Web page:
A deep-pocketed special interest group remains curiously silent amid the furor over campaign finance "reform": Indian tribes. Why?
You might think tribal leaders would be swarming Capitol Hill, joining other business groups and trade associations that are rightly worried about the McCain-Feingold bill's deleterious effect on their ability to participate in the political process. Under McCain-Feingold, so-called "soft money" donations (which are currently unregulated and unlimited) would be banned. That would presumably be a big blow to Indian tribes, particularly those who run casinos, whose soft-money giving has exploded in the last few years.
In the 1996 election cycle, a Center for Responsive Politics report notes, Indian gaming interests gave over $1.5 million in soft money to national party committees. According to National Journal, six of the top 10 soft money donors among interest groups nationwide in 1999-2000 were Native American tribes. The No. 3-ranked Seminole Tribe of Florida donated $325,000, 85 percent of which went to the Democrats. After making the donations, the Seminoles gained approval for electronic gambling machines. The No. 5-ranked Mashantucket Pequot Tribe, operators of the gargantuan Foxwoods Casino in Connecticut, donated $319,000, 83 percent to the Democrats.
Final tallies are not in yet, but analysts say the top individual recipient of Indian gaming money during election 2000 was none other than anti-soft money crusader Sen. John McCain, R-Ariz., who sits on the Senate Committee of Indian Affairs.
So why aren't Indian tribes raising hell over McCain's soft-money ban? The answer lies in an obscure ruling by the Federal Election Commission last year, which was overlooked by the mainstream press cheerleaders for campaign finance reform and downplayed on Capitol Hill for self-interested reasons.
Responding to a request by lobbyists for the Oneida Indian Nation, a Democrat-leaning tribe which owns and operates the profitable Turning Stone Casino in Verona, N.Y., the FEC ruled unanimously that Indian tribes are not subject to the aggregate limit on annual giving by "individuals." In one of those inexplicable Clintonesque legal interpretations, the FEC ruled that while a tribe is a "person" subject to individual limits on contributions to candidates, parties, and political action committees, it is not an "individual" subject to the current $25,000 limit on its annual total of contributions.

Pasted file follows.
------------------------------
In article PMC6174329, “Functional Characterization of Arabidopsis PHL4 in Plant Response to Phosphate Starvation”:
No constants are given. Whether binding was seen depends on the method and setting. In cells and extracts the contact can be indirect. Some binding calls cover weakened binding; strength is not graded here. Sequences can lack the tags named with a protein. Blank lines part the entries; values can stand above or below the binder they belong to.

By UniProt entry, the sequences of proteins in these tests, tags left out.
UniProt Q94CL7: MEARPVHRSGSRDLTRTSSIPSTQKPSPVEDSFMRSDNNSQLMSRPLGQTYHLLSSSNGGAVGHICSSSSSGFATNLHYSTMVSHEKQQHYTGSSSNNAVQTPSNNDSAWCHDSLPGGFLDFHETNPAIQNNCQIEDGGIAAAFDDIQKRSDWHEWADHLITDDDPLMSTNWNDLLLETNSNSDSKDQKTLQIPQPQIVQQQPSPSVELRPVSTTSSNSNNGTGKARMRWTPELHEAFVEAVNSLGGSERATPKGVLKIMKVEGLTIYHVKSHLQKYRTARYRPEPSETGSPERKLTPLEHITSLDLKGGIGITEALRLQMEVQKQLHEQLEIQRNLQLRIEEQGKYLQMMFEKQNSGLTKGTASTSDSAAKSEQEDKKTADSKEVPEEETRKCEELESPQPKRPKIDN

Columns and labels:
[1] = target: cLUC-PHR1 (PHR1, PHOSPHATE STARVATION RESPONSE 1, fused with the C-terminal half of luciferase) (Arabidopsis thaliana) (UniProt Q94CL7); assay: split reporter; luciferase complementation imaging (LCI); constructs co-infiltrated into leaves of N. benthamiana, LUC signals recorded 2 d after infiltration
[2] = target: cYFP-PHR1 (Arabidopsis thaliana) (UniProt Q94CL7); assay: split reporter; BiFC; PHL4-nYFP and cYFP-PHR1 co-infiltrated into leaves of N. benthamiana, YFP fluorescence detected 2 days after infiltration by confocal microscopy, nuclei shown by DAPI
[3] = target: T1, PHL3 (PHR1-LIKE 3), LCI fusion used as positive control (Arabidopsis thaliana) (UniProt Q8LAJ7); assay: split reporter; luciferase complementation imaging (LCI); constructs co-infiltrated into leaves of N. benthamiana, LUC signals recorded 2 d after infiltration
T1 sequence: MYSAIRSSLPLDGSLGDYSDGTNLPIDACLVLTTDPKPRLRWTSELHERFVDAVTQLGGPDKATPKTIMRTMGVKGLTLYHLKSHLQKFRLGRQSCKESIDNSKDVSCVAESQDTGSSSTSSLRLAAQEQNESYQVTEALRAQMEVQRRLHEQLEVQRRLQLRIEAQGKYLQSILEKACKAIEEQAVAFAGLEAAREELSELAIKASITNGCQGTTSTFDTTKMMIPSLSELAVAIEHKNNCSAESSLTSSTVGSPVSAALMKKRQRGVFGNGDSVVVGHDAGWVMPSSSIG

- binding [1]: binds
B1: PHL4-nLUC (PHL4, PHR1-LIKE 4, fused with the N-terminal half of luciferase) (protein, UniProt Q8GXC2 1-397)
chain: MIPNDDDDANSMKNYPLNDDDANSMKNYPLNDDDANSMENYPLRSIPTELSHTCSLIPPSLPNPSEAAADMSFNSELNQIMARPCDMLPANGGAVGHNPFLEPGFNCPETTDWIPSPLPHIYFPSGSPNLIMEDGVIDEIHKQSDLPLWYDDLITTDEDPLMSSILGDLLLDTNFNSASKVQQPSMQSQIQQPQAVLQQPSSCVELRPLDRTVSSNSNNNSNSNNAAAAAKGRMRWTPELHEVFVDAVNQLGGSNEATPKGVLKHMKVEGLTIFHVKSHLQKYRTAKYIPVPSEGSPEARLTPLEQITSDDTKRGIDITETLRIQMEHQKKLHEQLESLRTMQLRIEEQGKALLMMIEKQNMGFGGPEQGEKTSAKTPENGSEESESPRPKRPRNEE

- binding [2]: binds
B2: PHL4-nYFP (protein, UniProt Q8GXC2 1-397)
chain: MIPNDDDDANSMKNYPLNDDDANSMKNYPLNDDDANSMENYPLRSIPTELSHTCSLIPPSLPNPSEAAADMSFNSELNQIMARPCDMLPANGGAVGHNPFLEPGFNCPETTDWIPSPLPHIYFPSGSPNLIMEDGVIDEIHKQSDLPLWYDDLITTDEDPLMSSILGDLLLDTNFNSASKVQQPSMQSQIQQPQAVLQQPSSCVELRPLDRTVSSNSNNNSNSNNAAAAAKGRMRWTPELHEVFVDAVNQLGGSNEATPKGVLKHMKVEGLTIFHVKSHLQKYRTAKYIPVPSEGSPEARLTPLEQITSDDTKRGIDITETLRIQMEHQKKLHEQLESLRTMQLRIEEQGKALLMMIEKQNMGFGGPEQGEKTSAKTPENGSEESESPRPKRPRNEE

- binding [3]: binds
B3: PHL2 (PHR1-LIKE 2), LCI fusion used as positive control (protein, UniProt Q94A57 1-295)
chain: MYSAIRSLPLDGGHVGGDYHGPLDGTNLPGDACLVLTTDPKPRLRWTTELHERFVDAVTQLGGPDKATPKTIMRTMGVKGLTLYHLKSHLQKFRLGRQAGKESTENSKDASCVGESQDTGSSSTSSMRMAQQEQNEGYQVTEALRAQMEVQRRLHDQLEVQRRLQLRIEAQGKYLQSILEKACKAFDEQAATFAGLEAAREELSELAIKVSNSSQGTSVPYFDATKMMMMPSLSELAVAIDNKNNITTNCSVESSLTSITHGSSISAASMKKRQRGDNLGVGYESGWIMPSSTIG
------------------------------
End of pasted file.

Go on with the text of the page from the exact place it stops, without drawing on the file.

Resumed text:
In other words, while Joe Donor is limited to giving 25, $1,000 hard-money donations to 25 candidates during an election cycle, the Oneida Nation or any other tribe can use tribal government funds to give unlimited "individual" donations of $1,000 each to an unlimited number of candidates. That cash is essentially soft money disguised as hard money. The bottom line is that Indian tribes, especially those flush with casino profits and other funds from corporate enterprises, gain an enormous leg up on other political donors.
The ruling "enables an Indian tribe to become a political cash register that can gulp 'soft money' from any source and disgorge it as 'hard money' contributions or expenditures," explains Ed Zuckerman, editor of the PACs and Lobbies newsletter. Zuckerman concluded that the FEC gave tribes "a unique opportunity to earn transaction fees and commissions by utilizing their tribal accounts to launder soft money into a new form of hard money that might be called 'political wampum.'" Zuckerman told me this week it is "quite possible, very possible" that this cozy little laundromat arrangement could pick up business dramatically if McCain-Feingold becomes the law of the land.
Nobody wants to question this special preference loophole for Indian tribes. It's partly political correctness, but there's a bigger factor: political protectionism. One critic in the small-business community, frustrated by the hypocrisy of campaign-finance crusaders, told me: "There's a slush fund here that no one wants to talk about -- or touch."
Just goes to show you: The more things get "reformed" in Washington, the more they stay the same.